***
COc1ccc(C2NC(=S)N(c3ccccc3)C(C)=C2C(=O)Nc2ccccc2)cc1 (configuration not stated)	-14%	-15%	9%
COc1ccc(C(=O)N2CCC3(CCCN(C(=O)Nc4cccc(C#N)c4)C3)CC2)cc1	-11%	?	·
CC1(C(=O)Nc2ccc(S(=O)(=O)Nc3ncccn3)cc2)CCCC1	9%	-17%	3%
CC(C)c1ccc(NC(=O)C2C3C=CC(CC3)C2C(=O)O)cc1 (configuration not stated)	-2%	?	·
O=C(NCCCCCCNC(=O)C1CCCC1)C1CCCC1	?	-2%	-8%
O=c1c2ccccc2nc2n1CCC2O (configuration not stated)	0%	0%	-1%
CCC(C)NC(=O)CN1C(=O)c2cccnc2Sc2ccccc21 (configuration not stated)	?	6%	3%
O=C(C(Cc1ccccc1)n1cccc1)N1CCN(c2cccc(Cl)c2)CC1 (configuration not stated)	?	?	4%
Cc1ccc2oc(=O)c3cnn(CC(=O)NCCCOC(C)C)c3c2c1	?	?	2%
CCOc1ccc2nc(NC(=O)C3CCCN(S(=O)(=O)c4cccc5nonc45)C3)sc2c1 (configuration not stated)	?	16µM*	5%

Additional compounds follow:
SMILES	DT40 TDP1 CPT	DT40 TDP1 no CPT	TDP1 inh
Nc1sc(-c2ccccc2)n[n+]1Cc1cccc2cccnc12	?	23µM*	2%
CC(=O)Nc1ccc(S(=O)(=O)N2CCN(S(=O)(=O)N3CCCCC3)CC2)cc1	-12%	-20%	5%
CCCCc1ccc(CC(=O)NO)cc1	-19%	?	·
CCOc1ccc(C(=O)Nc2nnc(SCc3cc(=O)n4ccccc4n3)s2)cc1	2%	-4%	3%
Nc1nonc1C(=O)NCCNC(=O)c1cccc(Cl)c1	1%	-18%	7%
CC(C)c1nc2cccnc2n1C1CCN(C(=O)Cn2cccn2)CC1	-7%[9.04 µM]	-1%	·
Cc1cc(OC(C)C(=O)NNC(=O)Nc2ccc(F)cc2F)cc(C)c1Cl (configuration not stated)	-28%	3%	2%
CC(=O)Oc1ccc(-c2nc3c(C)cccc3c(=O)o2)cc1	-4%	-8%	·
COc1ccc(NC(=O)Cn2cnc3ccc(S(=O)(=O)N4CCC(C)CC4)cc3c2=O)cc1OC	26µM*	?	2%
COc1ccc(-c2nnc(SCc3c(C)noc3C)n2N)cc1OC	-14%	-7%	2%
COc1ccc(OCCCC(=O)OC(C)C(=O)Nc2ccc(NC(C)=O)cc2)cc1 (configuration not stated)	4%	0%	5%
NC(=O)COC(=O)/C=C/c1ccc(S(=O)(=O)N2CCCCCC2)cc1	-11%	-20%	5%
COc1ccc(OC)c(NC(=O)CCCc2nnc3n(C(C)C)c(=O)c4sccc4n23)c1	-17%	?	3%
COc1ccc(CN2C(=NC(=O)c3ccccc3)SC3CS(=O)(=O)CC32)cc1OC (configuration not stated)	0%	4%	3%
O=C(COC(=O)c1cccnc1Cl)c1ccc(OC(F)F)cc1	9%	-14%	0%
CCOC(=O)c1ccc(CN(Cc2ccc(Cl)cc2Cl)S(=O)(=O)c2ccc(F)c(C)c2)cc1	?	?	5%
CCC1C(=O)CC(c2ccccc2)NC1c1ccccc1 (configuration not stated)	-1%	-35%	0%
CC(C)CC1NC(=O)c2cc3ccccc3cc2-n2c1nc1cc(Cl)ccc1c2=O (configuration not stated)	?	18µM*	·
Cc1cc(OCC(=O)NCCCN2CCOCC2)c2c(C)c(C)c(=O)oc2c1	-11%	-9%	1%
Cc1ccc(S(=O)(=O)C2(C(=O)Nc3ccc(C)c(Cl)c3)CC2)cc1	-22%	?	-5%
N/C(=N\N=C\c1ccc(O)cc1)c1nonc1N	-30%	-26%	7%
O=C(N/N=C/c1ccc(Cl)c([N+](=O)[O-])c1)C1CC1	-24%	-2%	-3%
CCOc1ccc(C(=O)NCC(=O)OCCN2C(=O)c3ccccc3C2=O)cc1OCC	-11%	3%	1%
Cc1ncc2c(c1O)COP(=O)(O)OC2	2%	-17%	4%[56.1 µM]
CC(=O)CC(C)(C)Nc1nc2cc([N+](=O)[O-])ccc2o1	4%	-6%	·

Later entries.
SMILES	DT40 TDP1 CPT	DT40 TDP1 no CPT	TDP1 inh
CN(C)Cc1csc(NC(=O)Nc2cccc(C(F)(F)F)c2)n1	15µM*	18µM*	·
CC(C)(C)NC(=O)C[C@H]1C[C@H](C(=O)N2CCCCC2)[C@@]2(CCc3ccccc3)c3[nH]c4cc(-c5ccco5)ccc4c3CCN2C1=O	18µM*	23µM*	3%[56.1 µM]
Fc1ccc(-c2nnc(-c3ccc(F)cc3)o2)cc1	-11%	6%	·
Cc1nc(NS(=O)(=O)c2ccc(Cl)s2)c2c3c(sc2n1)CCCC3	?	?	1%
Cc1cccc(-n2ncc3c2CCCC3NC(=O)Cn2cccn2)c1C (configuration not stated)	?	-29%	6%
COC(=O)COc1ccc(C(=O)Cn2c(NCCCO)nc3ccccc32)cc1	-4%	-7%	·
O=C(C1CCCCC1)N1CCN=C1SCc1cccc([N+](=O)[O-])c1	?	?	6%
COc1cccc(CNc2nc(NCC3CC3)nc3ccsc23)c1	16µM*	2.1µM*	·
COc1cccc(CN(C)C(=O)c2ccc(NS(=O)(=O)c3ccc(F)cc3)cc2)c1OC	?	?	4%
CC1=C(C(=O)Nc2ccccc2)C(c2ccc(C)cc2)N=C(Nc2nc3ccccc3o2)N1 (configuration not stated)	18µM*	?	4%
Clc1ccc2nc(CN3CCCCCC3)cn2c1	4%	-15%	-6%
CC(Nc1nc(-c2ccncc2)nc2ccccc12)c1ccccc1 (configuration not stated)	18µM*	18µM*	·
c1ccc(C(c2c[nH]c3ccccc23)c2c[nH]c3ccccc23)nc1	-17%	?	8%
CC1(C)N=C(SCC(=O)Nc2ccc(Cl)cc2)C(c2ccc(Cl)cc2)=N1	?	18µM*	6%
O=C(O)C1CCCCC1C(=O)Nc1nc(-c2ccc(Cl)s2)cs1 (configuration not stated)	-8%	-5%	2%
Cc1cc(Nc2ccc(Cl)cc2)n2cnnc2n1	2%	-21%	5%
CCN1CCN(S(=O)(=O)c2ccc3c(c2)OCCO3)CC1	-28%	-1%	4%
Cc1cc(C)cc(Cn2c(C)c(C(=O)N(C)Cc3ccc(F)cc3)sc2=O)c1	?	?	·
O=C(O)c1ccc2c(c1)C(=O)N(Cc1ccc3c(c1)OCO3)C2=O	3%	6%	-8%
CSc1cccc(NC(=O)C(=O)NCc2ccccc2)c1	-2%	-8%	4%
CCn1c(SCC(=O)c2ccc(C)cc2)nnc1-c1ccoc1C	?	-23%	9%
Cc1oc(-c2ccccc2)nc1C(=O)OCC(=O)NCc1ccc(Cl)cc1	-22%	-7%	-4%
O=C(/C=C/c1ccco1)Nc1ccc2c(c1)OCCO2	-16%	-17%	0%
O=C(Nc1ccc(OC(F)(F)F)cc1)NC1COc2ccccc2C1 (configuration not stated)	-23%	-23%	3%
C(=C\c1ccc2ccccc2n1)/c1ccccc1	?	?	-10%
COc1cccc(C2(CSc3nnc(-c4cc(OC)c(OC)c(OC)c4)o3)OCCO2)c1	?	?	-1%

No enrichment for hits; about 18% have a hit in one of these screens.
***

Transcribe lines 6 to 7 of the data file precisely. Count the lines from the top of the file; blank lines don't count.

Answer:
O=c1c2ccccc2nc2n1CCC2O (configuration not stated)	0%	0%	-1%
CCC(C)NC(=O)CN1C(=O)c2cccnc2Sc2ccccc21 (configuration not stated)	?	6%	3%